A 'Bolivarian' Backlash; Chavez's Foreign Policy Looks like Meddling to Other Latin Leaders

Article excerpt

Byline: Kelly Hearn, THE WASHINGTON TIMES

BUENOS AIRES - Venezuelan President Hugo Chavez is spending billions of dollars to build a socialist bulwark in the Western Hemisphere, turning windfall oil profits into energy deals and political clout for his "Bolivarian revolution."

But an intense 2006 election season has become a test of Latin America's willingness to march to his populist beat.

Ideological allies of Mr. Chavez's who had been expected to win the presidencies in Mexico and Peru have plummeted in polls, as voters take offense at the Venezuelan leader's public campaigning as an insult to their respective nations' independence and sovereignty.

Moreover, the backlash is threatening to spread to other nations, including Venezuela, and Mr. Chavez's checkbook diplomacy is adding to suspicions of a man who fashions himself as a 21st-century version of South America's liberator, Simon Bolivar.

"The real size of the Venezuelan government is three feet high - the size of a barrel of oil," said Diego E. Arria, former Venezuelan ambassador to the United Nations.

Mr. Chavez has spent between $18 billion and $25 billion on foreign projects since taking power in 1999 - on everything from paying off Argentina's debt to the International Monetary Fund to underwriting a popular samba festival in Brazil.

In recent weeks, Mr. Chavez's spending and his use of the bully pulpit to back leftist political candidates in other Latin American nations has caused diplomatic spats with Nicaragua, Peru and Mexico, all of whom accuse the Venezuelan of meddling in their affairs.

On May 4, Nicaraguan Foreign Minister Norman Caldera asked Mr. Chavez to end his interfering in Nicaragua's election after Caracas agreed to provide 10 million barrels of oil annually to 51 Nicaraguan communities whose leftist mayors are sympathetic to presidential candidate Daniel Ortega.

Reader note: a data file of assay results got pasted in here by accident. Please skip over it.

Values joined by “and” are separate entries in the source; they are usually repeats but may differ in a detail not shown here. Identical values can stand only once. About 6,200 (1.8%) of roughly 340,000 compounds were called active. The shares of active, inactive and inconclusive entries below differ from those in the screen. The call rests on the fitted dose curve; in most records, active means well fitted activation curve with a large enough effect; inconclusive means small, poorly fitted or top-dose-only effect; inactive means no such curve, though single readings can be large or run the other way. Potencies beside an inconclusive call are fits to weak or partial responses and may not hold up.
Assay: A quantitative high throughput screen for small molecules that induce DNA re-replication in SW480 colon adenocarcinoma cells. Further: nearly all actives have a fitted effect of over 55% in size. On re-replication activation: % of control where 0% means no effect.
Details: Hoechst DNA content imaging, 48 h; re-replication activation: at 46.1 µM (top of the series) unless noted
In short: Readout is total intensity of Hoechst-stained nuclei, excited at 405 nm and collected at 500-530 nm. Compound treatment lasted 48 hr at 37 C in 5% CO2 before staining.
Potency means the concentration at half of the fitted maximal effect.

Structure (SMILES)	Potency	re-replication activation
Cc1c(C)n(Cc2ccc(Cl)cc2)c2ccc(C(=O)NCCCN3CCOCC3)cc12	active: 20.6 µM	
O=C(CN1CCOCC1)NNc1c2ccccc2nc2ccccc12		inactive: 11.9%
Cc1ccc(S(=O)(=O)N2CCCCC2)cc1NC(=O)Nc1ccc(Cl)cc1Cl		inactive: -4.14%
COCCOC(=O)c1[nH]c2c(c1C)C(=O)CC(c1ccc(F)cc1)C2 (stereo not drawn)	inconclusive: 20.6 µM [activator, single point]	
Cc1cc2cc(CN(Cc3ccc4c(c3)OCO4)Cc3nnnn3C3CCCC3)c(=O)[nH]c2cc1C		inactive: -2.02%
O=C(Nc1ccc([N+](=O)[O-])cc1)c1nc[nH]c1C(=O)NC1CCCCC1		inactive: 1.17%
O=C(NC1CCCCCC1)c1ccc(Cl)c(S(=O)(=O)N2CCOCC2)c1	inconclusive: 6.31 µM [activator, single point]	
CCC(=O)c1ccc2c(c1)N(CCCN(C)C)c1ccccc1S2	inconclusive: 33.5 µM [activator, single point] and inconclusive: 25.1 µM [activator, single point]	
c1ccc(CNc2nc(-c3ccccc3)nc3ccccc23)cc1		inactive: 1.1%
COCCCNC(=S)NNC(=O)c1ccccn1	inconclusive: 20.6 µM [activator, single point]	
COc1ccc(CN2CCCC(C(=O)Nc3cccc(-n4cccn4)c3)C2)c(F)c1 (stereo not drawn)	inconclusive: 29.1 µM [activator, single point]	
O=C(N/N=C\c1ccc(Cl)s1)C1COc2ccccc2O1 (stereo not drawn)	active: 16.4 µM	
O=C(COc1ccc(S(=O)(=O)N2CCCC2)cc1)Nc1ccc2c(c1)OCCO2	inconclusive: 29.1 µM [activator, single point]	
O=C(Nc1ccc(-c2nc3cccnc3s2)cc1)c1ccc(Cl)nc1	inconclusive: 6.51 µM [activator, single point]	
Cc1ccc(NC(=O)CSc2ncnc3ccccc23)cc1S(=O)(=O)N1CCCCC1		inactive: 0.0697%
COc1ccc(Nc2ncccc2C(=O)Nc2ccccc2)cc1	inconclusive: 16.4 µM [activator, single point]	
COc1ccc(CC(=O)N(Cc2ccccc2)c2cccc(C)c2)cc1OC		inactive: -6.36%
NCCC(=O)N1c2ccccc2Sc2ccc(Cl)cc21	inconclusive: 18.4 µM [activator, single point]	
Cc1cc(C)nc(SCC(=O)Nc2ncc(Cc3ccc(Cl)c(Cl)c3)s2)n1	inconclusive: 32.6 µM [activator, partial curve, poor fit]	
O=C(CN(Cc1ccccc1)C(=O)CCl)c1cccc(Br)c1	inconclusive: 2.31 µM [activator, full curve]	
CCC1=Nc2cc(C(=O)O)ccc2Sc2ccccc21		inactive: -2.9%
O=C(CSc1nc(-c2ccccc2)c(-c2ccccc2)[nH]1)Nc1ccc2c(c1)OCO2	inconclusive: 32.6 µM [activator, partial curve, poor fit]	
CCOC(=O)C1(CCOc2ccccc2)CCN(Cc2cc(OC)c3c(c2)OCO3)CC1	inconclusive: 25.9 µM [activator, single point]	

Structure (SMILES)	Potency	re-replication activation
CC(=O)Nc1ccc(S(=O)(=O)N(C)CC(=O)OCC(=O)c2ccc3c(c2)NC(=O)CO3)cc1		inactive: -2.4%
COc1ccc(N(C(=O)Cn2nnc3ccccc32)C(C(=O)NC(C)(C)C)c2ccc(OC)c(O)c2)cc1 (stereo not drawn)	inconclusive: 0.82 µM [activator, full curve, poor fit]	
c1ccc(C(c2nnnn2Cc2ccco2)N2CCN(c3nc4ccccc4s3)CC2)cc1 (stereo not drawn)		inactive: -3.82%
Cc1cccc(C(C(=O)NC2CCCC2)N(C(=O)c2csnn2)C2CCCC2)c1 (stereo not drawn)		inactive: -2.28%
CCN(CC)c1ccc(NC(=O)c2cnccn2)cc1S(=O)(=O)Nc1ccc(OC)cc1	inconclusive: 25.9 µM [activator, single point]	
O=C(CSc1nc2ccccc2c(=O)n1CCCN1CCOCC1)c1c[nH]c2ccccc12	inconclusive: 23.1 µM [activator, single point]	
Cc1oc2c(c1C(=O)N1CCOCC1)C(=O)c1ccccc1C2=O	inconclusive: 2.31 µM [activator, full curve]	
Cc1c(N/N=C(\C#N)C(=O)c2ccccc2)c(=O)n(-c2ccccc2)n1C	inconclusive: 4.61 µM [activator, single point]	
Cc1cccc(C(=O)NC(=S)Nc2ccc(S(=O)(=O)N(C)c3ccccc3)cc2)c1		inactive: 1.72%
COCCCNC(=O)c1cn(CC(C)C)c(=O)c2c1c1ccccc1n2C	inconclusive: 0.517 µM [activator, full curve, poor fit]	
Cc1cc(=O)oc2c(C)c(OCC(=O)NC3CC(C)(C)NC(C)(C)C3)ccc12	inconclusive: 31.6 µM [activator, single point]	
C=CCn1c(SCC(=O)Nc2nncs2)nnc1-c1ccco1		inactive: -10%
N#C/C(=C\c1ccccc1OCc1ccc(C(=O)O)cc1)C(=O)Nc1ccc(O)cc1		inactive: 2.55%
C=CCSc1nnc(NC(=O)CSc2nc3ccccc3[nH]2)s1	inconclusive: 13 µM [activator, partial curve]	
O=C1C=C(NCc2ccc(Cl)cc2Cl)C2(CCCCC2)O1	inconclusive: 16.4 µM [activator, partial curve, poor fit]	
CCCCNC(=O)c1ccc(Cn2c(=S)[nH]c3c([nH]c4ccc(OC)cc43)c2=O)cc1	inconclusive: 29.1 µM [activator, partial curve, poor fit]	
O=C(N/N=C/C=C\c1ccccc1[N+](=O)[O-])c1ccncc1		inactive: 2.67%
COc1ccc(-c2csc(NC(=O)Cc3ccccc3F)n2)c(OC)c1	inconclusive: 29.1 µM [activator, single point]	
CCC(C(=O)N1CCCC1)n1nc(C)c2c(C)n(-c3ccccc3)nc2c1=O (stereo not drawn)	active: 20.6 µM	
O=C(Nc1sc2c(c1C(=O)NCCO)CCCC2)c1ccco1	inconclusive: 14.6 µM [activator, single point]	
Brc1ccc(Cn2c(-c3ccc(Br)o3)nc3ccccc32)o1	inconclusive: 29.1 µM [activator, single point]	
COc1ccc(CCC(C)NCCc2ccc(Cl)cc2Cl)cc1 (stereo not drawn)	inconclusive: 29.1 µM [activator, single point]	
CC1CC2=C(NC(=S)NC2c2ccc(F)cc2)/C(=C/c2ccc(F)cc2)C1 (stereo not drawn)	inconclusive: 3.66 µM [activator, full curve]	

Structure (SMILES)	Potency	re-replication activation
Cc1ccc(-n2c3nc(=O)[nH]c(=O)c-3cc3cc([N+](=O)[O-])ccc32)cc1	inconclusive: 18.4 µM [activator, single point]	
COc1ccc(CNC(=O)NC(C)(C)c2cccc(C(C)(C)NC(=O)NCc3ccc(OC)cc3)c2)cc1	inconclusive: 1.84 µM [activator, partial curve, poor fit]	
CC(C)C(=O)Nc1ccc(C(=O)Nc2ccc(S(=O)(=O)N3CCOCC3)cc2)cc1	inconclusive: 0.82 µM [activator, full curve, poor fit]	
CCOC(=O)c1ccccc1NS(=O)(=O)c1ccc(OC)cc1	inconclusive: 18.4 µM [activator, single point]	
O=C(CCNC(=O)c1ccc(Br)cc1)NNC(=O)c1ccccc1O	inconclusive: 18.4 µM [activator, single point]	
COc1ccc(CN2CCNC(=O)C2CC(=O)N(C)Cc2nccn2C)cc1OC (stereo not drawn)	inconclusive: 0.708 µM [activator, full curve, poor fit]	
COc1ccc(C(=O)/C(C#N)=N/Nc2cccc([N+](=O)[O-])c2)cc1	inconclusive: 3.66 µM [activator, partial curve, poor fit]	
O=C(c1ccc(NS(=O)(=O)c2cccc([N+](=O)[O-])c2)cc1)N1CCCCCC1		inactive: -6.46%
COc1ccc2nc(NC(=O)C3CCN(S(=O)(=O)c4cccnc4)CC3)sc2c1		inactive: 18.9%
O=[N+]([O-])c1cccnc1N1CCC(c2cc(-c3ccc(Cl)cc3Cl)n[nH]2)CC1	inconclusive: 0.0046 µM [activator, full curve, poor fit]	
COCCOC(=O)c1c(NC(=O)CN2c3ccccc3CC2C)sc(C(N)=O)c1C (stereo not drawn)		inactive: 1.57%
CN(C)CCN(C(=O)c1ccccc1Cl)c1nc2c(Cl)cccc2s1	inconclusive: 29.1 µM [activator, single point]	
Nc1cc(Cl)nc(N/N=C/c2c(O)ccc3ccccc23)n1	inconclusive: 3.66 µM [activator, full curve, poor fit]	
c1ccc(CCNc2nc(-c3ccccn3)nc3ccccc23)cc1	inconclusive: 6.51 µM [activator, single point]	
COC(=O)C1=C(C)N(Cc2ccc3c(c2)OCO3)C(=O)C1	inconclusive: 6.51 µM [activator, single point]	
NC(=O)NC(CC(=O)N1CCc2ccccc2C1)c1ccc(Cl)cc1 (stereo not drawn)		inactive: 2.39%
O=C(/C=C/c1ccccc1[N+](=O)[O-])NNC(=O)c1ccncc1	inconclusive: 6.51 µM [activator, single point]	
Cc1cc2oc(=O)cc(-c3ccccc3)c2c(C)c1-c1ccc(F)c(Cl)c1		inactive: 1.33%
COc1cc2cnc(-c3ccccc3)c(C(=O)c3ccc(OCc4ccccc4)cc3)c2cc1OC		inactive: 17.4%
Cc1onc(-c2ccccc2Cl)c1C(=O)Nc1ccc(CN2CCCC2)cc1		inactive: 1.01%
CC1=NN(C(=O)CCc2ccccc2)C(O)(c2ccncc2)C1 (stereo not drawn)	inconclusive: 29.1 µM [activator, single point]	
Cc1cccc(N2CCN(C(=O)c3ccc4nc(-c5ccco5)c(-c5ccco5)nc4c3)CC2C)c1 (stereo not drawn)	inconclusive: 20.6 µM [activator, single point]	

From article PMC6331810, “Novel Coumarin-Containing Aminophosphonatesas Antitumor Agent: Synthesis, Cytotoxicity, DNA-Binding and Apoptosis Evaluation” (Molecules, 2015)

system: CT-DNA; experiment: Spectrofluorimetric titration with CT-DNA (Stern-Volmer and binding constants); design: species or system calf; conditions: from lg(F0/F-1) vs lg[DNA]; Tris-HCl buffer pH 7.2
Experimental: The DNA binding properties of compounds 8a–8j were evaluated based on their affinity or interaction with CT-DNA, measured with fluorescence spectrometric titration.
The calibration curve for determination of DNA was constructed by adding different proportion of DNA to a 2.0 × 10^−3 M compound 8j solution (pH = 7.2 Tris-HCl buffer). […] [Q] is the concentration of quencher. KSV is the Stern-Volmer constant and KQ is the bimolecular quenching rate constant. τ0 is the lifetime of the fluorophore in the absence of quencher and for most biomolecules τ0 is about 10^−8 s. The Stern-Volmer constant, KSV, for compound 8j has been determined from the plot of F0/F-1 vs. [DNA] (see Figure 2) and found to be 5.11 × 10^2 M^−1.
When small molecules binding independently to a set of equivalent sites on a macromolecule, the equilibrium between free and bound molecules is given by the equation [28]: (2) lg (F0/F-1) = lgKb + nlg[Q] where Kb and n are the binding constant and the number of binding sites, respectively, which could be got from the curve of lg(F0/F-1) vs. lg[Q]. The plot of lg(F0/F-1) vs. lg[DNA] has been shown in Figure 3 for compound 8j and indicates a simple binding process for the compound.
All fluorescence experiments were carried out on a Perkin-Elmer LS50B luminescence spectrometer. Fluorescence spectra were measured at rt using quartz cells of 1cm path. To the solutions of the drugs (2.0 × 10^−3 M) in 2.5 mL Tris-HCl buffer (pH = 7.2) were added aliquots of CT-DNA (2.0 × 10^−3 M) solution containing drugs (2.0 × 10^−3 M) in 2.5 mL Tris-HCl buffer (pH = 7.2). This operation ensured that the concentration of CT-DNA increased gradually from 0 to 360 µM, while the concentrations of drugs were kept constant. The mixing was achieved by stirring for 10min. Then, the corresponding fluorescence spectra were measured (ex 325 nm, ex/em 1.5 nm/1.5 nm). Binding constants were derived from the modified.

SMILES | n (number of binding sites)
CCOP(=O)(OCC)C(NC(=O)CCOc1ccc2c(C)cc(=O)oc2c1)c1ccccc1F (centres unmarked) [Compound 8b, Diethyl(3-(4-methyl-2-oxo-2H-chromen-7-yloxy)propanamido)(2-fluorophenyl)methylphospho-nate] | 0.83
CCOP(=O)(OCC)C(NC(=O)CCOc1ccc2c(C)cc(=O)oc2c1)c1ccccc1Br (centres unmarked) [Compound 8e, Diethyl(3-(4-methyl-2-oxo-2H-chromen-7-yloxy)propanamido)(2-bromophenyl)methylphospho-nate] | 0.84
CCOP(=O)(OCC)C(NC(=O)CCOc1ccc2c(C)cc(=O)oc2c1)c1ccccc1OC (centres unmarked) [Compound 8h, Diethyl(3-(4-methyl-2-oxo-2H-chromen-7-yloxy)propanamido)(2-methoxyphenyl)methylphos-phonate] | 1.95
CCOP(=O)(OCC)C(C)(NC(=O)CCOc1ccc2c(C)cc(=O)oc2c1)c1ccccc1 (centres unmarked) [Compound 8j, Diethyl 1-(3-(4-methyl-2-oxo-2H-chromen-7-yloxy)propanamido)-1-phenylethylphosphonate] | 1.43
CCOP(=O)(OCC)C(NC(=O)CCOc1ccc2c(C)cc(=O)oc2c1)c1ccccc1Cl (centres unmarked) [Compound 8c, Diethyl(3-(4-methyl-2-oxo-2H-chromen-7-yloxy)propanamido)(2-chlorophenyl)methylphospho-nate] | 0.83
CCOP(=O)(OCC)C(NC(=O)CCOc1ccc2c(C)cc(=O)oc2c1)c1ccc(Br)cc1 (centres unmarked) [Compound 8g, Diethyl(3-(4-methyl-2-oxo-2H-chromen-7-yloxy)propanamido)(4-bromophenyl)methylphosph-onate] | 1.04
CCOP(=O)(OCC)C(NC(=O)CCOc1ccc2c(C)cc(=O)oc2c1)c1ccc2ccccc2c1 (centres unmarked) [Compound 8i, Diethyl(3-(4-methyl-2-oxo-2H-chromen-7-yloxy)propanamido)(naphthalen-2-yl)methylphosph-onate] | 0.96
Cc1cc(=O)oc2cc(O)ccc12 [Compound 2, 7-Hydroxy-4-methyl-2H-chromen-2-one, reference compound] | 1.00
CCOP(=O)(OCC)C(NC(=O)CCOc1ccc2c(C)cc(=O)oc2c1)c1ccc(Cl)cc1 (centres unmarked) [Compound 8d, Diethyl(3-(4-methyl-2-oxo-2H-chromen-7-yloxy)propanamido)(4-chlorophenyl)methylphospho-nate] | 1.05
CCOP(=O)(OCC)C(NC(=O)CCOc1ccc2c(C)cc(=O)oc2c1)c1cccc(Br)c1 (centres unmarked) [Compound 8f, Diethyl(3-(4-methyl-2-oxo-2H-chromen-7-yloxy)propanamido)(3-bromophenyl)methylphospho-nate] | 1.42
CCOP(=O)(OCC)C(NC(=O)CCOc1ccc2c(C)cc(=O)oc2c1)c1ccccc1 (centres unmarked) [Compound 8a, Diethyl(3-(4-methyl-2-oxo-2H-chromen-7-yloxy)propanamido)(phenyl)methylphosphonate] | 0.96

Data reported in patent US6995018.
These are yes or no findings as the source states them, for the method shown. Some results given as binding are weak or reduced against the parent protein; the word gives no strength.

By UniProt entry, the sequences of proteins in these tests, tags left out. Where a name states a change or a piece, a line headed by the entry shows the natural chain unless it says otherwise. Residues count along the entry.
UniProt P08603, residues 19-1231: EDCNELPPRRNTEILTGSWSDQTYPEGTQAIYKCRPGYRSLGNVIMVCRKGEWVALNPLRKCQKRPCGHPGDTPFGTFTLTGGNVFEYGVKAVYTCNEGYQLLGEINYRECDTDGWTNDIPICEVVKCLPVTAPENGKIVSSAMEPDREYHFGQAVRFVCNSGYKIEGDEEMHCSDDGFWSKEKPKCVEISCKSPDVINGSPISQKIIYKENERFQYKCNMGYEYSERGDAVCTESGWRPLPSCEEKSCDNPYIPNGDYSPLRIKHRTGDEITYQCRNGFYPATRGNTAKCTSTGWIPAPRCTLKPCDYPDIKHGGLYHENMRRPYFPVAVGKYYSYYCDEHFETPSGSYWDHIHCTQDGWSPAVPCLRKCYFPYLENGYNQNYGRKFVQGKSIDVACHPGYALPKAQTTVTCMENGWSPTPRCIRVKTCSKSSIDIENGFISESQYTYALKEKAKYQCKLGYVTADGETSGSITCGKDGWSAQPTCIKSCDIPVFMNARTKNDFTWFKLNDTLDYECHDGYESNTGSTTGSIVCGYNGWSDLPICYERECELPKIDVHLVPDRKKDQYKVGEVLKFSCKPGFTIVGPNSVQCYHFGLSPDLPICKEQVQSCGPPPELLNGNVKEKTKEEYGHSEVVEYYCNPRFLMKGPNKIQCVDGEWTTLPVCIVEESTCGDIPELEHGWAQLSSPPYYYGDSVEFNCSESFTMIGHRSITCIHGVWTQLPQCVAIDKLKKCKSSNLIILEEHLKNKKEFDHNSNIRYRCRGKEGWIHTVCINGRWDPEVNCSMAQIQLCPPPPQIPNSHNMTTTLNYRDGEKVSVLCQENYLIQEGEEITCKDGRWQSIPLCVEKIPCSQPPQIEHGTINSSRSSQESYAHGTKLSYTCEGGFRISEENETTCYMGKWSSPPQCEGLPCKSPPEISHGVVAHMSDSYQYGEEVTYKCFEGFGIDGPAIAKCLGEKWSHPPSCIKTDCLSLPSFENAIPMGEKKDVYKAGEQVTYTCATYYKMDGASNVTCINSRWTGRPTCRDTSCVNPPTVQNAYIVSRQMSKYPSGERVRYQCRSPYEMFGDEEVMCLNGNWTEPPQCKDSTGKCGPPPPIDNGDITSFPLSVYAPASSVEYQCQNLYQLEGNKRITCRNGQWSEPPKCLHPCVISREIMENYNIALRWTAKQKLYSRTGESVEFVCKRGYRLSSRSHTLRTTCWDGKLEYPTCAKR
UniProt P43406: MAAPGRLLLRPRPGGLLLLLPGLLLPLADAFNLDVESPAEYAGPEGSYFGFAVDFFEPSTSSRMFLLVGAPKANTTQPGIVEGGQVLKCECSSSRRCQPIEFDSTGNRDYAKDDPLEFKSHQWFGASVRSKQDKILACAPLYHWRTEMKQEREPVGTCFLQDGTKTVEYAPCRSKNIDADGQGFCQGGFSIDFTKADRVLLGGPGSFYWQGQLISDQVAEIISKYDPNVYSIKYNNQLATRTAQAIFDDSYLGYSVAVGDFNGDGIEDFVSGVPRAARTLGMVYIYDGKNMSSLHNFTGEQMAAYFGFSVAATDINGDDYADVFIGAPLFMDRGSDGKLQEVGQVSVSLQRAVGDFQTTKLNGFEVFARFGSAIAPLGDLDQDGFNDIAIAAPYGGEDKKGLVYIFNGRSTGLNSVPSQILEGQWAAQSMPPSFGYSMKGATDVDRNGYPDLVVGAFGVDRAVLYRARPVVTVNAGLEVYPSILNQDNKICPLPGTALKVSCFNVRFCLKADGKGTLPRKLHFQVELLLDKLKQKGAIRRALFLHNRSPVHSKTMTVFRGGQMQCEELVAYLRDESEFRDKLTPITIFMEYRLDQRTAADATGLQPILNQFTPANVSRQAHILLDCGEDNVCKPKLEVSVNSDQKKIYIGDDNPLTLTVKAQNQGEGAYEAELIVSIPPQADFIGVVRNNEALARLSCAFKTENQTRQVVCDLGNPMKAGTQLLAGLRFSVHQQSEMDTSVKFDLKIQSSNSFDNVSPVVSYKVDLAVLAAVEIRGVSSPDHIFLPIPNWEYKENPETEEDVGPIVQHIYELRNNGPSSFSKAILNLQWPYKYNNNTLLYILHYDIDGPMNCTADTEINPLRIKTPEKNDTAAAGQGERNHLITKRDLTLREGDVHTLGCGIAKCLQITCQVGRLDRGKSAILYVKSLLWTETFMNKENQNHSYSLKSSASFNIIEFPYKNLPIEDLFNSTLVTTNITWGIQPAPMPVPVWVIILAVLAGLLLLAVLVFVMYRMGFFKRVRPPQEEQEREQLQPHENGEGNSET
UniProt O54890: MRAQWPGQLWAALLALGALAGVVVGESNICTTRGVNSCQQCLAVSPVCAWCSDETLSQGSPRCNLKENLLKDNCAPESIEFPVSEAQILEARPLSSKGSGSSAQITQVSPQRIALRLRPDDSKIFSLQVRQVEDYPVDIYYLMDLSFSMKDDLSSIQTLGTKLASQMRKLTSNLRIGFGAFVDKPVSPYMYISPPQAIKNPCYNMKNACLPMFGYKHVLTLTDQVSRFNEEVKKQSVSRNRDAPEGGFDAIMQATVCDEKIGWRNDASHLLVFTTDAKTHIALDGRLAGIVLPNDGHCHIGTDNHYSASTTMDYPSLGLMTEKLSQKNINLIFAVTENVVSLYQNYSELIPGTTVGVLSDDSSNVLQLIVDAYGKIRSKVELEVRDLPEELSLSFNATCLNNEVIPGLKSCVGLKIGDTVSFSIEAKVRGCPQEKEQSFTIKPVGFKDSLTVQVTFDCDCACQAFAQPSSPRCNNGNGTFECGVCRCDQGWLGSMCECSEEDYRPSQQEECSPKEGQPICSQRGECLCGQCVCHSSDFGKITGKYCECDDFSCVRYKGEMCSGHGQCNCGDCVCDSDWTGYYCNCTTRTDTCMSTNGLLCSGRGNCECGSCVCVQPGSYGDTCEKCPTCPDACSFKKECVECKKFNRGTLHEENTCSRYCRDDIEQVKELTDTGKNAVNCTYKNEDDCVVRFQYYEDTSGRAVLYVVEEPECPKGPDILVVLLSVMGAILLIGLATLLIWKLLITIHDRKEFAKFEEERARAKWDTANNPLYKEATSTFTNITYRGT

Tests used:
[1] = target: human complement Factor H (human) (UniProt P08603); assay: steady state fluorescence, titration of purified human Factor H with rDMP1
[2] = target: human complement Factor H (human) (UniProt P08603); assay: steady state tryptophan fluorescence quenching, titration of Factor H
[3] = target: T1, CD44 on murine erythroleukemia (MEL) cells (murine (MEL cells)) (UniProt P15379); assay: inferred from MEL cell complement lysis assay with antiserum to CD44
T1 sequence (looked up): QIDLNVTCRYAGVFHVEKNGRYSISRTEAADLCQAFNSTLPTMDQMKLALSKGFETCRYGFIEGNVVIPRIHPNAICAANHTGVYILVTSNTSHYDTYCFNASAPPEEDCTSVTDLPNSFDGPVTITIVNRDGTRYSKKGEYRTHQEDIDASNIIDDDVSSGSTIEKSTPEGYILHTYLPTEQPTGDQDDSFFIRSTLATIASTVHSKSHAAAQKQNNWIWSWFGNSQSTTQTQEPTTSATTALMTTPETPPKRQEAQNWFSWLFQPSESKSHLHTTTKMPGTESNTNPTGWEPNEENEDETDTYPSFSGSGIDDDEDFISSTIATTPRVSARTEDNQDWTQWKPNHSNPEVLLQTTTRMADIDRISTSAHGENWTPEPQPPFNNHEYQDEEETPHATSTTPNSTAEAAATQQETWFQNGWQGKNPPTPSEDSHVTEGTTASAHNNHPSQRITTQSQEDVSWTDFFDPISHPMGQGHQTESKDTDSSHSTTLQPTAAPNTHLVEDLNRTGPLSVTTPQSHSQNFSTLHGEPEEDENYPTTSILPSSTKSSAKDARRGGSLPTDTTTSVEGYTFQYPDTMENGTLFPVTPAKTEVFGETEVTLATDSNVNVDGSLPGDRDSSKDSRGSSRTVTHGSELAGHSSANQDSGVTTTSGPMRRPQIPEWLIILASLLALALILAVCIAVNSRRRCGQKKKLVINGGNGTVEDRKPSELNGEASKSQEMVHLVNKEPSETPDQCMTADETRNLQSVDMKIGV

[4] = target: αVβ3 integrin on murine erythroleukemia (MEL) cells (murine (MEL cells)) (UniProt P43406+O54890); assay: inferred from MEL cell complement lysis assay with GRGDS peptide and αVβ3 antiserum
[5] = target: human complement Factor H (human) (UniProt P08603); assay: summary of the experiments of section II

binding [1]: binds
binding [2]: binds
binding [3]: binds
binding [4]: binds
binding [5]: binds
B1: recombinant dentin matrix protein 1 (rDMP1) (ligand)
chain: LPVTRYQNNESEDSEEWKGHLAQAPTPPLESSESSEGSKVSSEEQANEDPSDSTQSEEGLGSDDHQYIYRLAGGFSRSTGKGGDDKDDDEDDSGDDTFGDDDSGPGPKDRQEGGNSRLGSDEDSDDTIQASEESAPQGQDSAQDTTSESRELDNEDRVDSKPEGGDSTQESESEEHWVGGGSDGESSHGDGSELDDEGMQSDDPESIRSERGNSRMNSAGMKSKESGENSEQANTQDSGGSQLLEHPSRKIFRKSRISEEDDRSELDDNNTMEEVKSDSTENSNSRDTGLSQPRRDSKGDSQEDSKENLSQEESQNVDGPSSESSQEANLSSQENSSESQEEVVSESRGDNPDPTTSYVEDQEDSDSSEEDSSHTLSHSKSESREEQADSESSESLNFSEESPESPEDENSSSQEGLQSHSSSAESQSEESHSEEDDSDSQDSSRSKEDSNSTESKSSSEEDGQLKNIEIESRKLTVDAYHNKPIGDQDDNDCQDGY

Mr. Ortega, a former president and a Chavez favorite, fought a war against U.S.-backed

Contra rebels in the 1980s before being voted out of office.

Even Mr. Ortega is said to fear that Mr. Chavez's public support for his candidacy threatens to derail his comeback.

Similarly in Peru, Mr. Chavez caught heat for publicly backing leftist presidential hopeful Ollanta Humala. Mr. Humala, a former colonel who fits the Latin American mold of populist strongman, is considered key to Mr. Chavez's plan to link the resource-rich Andean nations as a buffer against Colombia, Washington's key ally in the region.

Peru withdrew its ambassador to Caracas earlier this month to protest Mr. Chavez's campaigning in its election. But what may be more significant, Mr. Humala, once a clear front-runner, is scrambling to distance himself from Mr. Chavez as his lead evaporates in an upcoming election against former President Alan Garcia.

In Mexico, campaign ads branding left-wing candidate Andres Manuel Lopez Obrador as a puppet of Mr. Chavez's have helped erase what was once considered an insurmountable lead for Mr. Lopez Obrador in upcoming presidential elections.

"For Chavez, Latin American integration is not economic, but political," U.S. Assistant Secretary of State Thomas Shannon said at a recent luncheon with editors and reporters at The Washington Times. "His aim is to make South America different from North America, and to offer protection against the great hegemon of the north." \PA

The moderate left

In contrast, other left-leaning leaders in the region, such as Brazilian President Luis Inacio Lula da Silva and Chilean President Michelle Bachelet are pushing regional alliances as a first step toward greater consolidation and trade with the United States.

Between those two strategies, "there is a competition for the future of South America," said Mr. Shannon, who heads the State Department's Bureau for Western Hemisphere Affairs. …